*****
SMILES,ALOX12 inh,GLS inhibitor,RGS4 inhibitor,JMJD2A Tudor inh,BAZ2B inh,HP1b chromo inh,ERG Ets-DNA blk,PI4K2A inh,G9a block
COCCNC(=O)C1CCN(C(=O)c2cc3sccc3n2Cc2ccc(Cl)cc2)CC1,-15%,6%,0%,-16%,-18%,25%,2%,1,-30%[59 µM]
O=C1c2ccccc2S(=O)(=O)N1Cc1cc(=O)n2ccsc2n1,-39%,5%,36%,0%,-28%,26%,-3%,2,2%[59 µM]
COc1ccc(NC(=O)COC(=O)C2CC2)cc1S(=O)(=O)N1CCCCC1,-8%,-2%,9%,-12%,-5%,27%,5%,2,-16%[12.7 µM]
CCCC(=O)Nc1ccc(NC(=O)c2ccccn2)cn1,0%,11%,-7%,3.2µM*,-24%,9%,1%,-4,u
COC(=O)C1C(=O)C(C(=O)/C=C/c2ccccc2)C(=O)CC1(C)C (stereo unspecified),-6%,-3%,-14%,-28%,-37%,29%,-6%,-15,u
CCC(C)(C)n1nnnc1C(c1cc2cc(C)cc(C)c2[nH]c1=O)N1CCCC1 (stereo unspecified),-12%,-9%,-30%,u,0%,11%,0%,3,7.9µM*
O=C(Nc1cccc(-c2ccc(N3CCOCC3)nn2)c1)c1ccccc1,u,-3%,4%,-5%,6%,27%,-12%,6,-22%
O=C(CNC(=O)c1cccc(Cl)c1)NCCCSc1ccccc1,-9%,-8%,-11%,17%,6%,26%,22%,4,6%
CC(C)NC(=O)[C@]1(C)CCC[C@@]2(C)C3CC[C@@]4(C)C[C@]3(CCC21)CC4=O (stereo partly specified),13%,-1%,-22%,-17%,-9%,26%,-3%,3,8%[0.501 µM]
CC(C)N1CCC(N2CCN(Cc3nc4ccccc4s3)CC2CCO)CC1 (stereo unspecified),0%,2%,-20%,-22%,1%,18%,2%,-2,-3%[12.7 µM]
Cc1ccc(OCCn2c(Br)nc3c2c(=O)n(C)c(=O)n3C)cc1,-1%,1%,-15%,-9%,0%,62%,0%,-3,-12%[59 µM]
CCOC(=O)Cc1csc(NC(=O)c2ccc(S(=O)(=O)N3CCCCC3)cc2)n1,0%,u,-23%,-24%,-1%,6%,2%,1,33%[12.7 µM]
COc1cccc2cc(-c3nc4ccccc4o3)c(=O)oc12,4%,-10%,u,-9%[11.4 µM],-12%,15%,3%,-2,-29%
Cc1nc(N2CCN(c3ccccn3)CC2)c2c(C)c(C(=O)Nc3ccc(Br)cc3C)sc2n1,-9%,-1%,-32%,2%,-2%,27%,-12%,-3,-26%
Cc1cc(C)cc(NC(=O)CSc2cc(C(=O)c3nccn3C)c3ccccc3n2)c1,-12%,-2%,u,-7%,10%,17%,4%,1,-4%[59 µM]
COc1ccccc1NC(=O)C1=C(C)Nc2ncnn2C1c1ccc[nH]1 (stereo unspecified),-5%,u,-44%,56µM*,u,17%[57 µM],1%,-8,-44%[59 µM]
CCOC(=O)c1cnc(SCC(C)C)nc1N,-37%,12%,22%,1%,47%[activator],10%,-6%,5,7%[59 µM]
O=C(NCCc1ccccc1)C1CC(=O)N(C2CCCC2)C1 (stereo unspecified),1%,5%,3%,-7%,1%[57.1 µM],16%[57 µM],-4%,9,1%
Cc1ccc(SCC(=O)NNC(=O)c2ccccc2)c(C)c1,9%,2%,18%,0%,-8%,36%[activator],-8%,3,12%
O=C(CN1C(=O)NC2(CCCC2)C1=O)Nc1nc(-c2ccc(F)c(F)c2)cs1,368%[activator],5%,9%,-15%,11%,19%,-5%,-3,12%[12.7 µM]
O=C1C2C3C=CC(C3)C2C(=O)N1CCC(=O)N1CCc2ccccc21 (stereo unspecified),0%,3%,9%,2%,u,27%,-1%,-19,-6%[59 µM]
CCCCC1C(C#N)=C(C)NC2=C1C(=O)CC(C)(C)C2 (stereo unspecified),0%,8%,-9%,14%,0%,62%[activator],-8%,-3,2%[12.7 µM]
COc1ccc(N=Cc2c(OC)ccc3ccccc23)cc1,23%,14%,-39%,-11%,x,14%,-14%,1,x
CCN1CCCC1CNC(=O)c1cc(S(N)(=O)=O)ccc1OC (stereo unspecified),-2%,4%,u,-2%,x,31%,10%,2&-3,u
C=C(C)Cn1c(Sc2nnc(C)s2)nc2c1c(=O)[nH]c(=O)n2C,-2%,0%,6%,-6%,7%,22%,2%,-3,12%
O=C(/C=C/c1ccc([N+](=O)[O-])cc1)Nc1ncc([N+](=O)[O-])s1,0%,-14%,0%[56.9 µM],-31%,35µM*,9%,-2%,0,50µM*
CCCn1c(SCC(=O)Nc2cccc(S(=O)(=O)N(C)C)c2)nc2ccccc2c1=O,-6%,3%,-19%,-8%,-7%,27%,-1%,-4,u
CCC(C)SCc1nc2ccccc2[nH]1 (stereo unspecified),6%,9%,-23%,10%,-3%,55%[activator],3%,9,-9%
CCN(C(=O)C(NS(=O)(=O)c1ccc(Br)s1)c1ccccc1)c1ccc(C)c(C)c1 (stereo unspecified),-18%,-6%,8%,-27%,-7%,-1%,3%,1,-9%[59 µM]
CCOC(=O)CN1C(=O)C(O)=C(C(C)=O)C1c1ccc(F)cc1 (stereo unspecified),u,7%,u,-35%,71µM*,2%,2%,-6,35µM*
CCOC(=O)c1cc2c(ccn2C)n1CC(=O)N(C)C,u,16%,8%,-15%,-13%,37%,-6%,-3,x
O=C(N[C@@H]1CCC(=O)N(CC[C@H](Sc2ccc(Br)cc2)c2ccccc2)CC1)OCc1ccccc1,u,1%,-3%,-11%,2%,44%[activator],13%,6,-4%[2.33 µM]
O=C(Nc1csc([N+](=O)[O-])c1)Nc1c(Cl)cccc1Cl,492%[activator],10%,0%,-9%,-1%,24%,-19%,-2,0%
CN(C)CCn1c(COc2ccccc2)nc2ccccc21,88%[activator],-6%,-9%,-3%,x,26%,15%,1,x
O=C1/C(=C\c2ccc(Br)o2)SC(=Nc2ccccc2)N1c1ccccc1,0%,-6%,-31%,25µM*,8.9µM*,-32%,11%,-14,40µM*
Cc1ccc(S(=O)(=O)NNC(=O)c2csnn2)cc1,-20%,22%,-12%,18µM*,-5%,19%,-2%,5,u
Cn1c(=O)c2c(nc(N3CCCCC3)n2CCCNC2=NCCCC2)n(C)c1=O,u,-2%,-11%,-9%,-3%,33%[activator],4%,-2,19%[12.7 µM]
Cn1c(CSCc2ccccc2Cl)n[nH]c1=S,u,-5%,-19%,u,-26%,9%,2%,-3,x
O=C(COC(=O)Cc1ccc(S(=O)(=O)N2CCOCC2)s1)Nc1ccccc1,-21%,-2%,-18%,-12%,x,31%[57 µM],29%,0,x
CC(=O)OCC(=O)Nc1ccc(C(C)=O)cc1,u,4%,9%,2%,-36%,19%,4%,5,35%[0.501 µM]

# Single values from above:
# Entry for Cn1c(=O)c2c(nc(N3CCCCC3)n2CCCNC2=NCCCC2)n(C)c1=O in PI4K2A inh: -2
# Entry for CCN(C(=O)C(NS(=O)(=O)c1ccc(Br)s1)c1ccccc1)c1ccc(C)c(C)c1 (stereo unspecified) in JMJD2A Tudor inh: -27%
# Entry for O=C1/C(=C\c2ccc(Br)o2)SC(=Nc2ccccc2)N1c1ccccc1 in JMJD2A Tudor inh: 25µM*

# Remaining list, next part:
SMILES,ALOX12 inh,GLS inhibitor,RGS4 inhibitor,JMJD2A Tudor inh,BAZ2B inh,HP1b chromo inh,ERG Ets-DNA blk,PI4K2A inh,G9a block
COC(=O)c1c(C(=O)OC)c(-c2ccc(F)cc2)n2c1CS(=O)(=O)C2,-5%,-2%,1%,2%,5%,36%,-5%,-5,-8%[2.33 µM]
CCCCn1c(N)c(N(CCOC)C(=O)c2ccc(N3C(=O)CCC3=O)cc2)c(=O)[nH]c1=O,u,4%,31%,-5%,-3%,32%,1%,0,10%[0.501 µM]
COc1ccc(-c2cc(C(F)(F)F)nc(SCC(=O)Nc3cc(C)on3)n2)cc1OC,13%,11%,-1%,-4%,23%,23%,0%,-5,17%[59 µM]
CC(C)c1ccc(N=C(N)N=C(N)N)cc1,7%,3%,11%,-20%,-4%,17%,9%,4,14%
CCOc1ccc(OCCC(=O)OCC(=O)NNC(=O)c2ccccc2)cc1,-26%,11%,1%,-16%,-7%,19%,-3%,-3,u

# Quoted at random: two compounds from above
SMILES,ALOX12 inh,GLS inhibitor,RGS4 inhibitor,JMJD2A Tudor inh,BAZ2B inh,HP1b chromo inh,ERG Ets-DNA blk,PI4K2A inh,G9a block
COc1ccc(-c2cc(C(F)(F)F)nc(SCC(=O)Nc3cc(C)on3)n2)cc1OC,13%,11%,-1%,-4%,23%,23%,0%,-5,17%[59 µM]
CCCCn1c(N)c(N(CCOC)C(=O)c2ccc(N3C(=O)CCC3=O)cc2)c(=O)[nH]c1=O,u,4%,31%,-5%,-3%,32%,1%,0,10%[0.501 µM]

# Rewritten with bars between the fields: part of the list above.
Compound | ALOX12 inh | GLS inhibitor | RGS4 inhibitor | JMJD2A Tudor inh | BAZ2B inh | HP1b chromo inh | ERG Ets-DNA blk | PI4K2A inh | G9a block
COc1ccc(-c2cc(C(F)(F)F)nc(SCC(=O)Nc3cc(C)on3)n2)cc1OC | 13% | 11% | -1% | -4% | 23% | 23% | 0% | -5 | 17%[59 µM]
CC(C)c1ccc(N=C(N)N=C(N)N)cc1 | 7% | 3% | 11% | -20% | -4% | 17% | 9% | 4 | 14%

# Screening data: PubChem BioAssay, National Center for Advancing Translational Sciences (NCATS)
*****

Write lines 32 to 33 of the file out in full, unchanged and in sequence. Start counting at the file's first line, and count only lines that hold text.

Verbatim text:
CCOC(=O)c1cc2c(ccn2C)n1CC(=O)N(C)C,u,16%,8%,-15%,-13%,37%,-6%,-3,x
O=C(N[C@@H]1CCC(=O)N(CC[C@H](Sc2ccc(Br)cc2)c2ccccc2)CC1)OCc1ccccc1,u,1%,-3%,-11%,2%,44%[activator],13%,6,-4%[2.33 µM]